How much do you know about Atlantic Canadian inventions? Do a little bit of digging, and you’ll discover that we’re pretty resourceful people. It makes sense, since necessity is the mother of invention and as a region, we’ve had our fair share of challenges to overcome. Here are 25 ways we’ve done that.
1. The world’s first crossword board game
Move over Scrabble—Edward R. McDonald’s crossword puzzle game is the one to beat. Invented in Shediac, N.B., McDonald’s game was played 12 years before Scrabble was patented.
We can give at least partial credit to Newfoundland’s Dr. Maxwell House for making it possible to remotely diagnose and treat illnesses. Dr. House started Memorial University’s telemedicine program in the mid-1970s.
3. The vortex flushing toilet
In 1907, Thomas MacAvity Stewart of Saint John, N.B. patented his idea for a vortex flushing toilet, making that whole toilet business a little less, uh, crappy.
4. The first wheelchair accessible bus
The first wheelchair is Ontario’s, but in 1947 Walter Callow of Parrsboro, N.S. found another way to help people with physical disabilities get around with the “Callow wheelchair coach.”
5. The odometer
In 1854, the man from Mabou (Nova Scotia’s Samuel McKeen) invented the first modern odometer by attaching gear plates to the frame of a carriage and connecting them to a pinion on the carriage’s wheel.
6. Quick frozen food
Clarence Birdseye was working in Labrador when he discovered he could keep seafood fresher by freezing it almost immediately after catching it. Credit for showing Birdseye how to ice fish in the first place belongs to Labrador Inuit.
7. Dairy dispenser
Love a reliable shot of double cream in your morning coffee? You can thank Michael Duck of Lower Sackville, N.S. for that. The founder of SureShot Dispensing systems invented the first portion control dairy dispenser in 1985.
8. N. Viropotter
Invented by Rhondalynn Clements of Montague, P.E.I. in 1998, the N. Viropotter is a wooden device that lets gardeners create their own biodegradable starter pots from newspaper.
9. The pre-snowblower
Robert Carr Harris of Dalhousie, N.B. invented an early version of the snowblower in 1870, called the Railway Screw Snow Excavator.
10. Surgery anesthetic
Dr. Enid Johnson MacLeod of Jacksonville, N.B. didn’t invent curare (muscle relaxant)—First Nations people have hunted with it for centuries. But she was the first anesthetist to use it during surgery in 1942.
11. Corn Borer Crusher
Dr. Christine Noronha of Charlottetown, P.E.I. recently invented the Corn Borer Crusher, which crushes potato stems, killing the European corn borer larvae inside.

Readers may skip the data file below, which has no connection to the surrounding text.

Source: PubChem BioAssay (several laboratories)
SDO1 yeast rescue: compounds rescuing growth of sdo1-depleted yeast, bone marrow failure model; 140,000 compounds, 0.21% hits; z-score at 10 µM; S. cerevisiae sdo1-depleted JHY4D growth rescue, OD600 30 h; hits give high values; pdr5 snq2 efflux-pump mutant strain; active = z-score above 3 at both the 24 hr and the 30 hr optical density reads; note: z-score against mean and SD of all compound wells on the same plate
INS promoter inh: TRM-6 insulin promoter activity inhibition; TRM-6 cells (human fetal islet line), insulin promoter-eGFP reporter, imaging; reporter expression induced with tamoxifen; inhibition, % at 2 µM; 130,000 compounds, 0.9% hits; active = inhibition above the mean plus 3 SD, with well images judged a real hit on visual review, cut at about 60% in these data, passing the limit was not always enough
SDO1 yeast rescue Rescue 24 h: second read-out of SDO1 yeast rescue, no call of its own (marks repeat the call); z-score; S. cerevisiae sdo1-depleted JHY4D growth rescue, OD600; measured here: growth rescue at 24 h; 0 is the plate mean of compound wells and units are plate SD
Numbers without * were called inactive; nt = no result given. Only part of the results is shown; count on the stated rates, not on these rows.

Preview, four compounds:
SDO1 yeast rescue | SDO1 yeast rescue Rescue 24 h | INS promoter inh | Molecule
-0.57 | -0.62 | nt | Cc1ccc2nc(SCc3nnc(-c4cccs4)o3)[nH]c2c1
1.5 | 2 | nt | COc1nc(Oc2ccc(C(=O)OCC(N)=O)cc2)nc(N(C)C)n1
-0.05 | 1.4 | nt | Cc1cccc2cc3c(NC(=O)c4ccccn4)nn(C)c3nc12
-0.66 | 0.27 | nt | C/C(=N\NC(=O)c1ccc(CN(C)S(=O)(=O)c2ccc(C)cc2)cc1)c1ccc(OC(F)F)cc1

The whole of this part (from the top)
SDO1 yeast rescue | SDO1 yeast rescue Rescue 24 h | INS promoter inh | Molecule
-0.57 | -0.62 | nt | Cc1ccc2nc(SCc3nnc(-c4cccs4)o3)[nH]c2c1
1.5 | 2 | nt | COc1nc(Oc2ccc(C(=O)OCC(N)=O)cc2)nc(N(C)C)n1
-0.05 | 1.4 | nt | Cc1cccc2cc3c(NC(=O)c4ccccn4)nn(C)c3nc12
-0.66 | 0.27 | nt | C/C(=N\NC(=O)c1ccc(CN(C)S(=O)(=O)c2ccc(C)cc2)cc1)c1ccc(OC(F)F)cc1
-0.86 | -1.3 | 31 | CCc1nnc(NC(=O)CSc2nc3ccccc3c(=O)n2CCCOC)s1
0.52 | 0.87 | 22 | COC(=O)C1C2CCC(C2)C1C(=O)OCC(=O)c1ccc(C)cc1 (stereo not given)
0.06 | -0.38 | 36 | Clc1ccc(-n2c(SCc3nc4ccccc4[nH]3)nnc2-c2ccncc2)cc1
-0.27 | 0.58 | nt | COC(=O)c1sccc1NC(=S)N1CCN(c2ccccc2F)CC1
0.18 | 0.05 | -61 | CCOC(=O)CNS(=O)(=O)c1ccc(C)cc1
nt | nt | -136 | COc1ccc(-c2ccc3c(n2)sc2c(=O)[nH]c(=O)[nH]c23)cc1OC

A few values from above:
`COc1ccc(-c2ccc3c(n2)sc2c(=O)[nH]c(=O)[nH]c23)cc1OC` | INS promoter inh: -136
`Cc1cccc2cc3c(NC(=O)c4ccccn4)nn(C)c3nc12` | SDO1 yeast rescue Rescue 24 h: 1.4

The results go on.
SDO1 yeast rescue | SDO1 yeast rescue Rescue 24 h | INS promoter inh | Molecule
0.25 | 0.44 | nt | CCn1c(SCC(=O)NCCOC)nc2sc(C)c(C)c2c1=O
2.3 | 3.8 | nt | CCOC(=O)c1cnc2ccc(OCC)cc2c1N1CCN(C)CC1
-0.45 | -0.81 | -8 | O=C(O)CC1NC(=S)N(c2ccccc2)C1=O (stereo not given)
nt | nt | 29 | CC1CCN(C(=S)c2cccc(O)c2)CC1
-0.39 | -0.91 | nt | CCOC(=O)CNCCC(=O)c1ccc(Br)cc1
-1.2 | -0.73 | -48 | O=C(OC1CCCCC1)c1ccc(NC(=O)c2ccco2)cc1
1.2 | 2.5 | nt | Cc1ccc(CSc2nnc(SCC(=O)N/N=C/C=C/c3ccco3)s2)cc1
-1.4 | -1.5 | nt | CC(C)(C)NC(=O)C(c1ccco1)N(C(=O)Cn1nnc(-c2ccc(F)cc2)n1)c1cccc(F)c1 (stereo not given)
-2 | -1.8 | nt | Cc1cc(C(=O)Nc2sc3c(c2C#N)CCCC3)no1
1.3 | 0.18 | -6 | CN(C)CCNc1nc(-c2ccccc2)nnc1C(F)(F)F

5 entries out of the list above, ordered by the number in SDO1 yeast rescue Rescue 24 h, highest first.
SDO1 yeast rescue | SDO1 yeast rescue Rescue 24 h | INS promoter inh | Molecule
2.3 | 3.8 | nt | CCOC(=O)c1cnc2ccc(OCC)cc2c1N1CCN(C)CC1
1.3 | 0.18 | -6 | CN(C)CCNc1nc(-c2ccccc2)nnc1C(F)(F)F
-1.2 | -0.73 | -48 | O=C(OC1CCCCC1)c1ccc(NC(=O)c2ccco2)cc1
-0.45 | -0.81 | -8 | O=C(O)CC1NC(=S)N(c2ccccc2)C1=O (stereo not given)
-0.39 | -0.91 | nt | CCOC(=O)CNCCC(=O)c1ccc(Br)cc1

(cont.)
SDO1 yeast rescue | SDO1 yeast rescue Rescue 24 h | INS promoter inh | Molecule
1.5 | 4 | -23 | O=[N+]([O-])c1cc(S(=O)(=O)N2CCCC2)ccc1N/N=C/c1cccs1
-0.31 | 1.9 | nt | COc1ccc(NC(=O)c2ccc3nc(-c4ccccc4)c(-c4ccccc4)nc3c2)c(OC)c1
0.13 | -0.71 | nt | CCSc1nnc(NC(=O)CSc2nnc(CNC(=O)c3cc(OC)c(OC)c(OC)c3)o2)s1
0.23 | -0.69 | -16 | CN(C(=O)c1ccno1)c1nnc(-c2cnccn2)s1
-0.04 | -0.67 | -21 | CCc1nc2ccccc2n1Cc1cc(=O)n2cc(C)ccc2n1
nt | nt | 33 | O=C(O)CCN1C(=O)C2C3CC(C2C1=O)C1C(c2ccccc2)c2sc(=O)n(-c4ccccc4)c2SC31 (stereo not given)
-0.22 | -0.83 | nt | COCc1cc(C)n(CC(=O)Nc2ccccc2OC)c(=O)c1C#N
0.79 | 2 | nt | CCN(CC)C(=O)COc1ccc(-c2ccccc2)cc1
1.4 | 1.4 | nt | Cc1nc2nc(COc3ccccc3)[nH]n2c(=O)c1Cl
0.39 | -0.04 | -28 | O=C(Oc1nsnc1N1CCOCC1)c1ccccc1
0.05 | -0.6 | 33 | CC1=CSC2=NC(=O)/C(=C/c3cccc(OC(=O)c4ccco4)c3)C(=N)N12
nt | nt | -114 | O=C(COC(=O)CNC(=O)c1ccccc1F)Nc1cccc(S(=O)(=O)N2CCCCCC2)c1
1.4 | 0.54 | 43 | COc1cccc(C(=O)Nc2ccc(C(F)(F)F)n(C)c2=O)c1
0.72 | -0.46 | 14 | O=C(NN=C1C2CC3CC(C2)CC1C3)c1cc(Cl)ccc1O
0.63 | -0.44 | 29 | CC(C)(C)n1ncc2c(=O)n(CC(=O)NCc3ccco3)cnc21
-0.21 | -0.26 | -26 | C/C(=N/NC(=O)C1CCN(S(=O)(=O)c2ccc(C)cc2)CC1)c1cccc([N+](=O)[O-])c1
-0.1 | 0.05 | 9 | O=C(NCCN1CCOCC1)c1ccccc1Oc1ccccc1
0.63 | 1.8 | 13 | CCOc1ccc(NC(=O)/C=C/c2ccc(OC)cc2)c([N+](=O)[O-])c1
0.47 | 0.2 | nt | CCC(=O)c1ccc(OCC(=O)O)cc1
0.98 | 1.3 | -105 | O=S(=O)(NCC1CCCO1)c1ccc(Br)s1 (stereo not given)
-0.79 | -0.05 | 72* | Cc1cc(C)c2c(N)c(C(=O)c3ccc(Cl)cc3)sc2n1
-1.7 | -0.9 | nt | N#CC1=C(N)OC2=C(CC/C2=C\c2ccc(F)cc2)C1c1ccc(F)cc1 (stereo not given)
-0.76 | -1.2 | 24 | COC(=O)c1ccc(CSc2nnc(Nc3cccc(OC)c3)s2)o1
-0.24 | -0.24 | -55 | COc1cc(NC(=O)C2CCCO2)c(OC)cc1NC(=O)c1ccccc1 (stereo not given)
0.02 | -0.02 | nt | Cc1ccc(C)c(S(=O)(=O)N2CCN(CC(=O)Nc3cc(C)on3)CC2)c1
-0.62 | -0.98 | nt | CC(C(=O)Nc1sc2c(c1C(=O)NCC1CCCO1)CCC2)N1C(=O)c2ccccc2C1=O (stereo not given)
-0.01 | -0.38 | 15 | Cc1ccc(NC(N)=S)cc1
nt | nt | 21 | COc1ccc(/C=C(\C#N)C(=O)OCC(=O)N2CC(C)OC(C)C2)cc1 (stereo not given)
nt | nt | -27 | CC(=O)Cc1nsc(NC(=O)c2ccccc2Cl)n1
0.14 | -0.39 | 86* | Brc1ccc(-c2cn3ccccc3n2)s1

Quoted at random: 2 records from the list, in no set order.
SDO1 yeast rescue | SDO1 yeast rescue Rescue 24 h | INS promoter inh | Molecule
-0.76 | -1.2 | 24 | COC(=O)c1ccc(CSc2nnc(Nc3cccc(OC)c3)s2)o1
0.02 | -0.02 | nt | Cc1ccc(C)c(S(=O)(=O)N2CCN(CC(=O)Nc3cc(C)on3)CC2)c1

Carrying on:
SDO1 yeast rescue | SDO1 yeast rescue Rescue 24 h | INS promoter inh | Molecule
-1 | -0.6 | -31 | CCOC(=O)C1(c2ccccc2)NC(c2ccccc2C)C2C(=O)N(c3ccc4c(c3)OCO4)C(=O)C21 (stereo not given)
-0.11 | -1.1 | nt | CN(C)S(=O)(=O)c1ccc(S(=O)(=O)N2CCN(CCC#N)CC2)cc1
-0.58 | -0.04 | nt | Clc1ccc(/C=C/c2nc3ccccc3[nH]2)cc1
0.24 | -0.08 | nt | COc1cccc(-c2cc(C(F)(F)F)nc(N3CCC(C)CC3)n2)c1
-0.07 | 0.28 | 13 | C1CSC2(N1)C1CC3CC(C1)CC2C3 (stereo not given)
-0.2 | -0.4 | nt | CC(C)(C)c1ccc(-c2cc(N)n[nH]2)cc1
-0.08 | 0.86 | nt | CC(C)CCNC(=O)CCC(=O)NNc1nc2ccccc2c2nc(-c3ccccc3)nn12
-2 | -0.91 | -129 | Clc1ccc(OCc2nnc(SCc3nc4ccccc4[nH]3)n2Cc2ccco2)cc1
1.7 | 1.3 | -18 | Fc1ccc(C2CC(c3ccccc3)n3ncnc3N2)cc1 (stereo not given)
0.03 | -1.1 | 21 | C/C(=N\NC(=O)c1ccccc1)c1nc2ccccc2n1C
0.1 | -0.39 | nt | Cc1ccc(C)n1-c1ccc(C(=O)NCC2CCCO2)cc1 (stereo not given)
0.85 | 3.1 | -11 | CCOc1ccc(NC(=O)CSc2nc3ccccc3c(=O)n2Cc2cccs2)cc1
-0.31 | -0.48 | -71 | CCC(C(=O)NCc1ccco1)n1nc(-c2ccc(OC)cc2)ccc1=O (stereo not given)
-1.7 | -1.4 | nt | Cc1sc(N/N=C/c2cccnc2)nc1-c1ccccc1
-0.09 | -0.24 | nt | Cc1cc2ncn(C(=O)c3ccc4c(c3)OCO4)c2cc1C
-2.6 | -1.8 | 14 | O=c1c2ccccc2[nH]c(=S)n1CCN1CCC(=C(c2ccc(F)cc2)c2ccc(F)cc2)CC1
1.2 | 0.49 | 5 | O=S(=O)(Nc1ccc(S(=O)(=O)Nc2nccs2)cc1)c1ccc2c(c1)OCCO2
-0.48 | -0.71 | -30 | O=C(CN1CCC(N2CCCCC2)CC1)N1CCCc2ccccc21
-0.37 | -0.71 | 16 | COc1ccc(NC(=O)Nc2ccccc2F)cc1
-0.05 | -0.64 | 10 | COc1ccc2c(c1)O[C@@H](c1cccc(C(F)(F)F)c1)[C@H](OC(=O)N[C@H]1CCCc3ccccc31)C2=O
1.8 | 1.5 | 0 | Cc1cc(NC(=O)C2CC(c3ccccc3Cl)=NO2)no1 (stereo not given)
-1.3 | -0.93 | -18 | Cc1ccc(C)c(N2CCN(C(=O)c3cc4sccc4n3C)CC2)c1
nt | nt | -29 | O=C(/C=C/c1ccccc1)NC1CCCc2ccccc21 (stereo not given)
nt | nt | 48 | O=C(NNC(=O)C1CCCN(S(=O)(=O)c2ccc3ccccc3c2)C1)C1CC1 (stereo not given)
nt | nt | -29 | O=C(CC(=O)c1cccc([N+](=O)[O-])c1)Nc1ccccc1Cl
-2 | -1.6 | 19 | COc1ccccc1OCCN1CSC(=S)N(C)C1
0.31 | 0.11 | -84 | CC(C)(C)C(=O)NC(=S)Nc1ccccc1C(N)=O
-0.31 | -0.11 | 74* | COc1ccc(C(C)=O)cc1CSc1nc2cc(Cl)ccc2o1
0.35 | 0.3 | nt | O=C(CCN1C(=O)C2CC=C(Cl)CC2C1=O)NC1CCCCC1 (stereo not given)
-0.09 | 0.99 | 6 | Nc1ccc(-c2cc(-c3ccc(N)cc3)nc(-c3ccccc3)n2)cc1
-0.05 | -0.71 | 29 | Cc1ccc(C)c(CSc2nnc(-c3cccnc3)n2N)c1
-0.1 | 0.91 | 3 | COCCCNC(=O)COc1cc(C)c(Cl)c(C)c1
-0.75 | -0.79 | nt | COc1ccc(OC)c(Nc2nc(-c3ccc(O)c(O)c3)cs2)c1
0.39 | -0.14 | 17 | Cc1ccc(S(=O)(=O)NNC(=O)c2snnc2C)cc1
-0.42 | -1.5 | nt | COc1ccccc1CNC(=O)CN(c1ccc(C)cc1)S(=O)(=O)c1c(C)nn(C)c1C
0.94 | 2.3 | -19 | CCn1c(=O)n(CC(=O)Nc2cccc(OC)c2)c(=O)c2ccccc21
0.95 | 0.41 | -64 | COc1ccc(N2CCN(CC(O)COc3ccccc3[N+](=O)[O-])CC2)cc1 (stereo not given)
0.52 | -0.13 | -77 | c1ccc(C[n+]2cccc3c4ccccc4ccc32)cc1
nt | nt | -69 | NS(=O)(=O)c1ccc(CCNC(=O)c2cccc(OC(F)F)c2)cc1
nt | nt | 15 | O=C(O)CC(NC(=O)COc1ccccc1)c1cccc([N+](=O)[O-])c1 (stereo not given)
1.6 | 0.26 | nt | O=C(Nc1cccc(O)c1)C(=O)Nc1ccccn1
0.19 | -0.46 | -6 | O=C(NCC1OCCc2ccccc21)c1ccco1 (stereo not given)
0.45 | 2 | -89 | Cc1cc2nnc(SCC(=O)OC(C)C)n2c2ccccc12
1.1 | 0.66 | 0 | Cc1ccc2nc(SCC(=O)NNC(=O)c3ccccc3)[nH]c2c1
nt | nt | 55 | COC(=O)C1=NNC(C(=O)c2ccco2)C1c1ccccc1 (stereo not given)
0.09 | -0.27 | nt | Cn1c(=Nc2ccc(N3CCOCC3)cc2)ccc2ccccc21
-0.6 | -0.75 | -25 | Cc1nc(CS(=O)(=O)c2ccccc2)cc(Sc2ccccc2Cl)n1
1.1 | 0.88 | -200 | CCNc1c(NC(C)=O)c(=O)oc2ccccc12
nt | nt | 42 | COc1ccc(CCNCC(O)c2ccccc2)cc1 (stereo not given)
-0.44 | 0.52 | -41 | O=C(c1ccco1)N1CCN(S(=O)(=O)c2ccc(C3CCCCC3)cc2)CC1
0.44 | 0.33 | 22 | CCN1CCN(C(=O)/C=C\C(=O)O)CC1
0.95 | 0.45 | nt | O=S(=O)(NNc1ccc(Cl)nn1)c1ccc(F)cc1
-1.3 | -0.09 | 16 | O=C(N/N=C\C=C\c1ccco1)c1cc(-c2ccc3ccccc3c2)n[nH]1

12. The dump truck
In 1920, Robert T. Mawhinney of Saint John, N.B. created the world’s first dump truck by attaching a box to the back of a truck, complete with a mast, cable, and winch.
13. HIV rapid testing kit
Dr. Abdullah Kirumira of Windsor, N.S. made a major breakthrough when he invented a diagnostic platform testing kit that could diagnose HIV in just two minutes.
14. The variable pitch propeller
Aeronautical engineer Wallace Rupert Turnbull made aviation a little safer when he invented the variable pitch propeller in his Rothesay, N.B. lab in the late 1920s.
15. Portable water bacteria removal system
Last year, 14-year-old Bedford, N.S. inventor Rachel Brouwer came up with a way to pasteurize and remove large particles from water using pop bottles, plumbing materials, and a wax indicator.
16. The metal detector
The first metal detector was pieced together by Alexander Graham Bell (who lived in Baddeck, N.S. for over 30 years) during an attempt to extract a bullet from President Garfield’s body in 1881.
In 1846, Parrsboro, N.S.-born Abraham Gesner discovered “albertite,” a flammable rock that led to the invention of kerosene.
18. The gas mask
It was called the Hypo Helmet, and Newfoundlander Cluny Macpherson invented it in response to WWI’s first gas attack on April 22, 1915.
19. The hockey stick
The earliest version of our commercial hockey sticks were created in the mid-1800s by Mi’kmaq carvers in Nova Scotia. Generally the sticks were carved from hornbeam wood.
20. Portable electric turbine
Andrew Cook of St. John’s, N.L. is the co-founder of Seaformatics Systems Inc. Their product, the Waterlily, is a portable electric turbine that uses wind or water power to recharge electronic devices.
21. Standardized time
Before Sir Sandford Fleming proposed the idea of standardized time in 1879, travelling by train was, at best, an exercise in guesstimation. At the time, clocks were set based on local astronomical observations.
22. Sea cucumber processing machine
Sea cucumbers are remarkably difficult to process because, well, they’re really squishy. Earlier this year, Memorial University engineers Joe Singleton, Mark Ingerman, and Stephen King (not that Stephen King) received their second patent for a new machine that can handle the slippery creatures.
23. Wood-based paper
As early as 1941, Lower Sackville, N.S. inventor Charles Fenerty starting using wood to make paper after a local paper mill had trouble sourcing the rags they needed to make good paper. Unfortunately, Fenerty never patented his discovery.
24. The Virtual Assistant
We’re talking about a new on-set visual communication tool created by the team at PEI’s Onset Communication Inc. What’s the big deal, you ask? It’s the first wireless collaboration tool for the film industry.
25. Ocean wave energy
The former Parsons Ocean Power Plant in Herring Cove, N.S. (incorporated in 1922) was the first commercial plant to convert the power of the ocean into energy. The Parsons in question was Petitcodiac, N.B.-native Osborne Havelock Parsons.
Did we miss your favorite Atlantic Canada invention? Tell us about it, and we’ll list it in our January 2017 edition.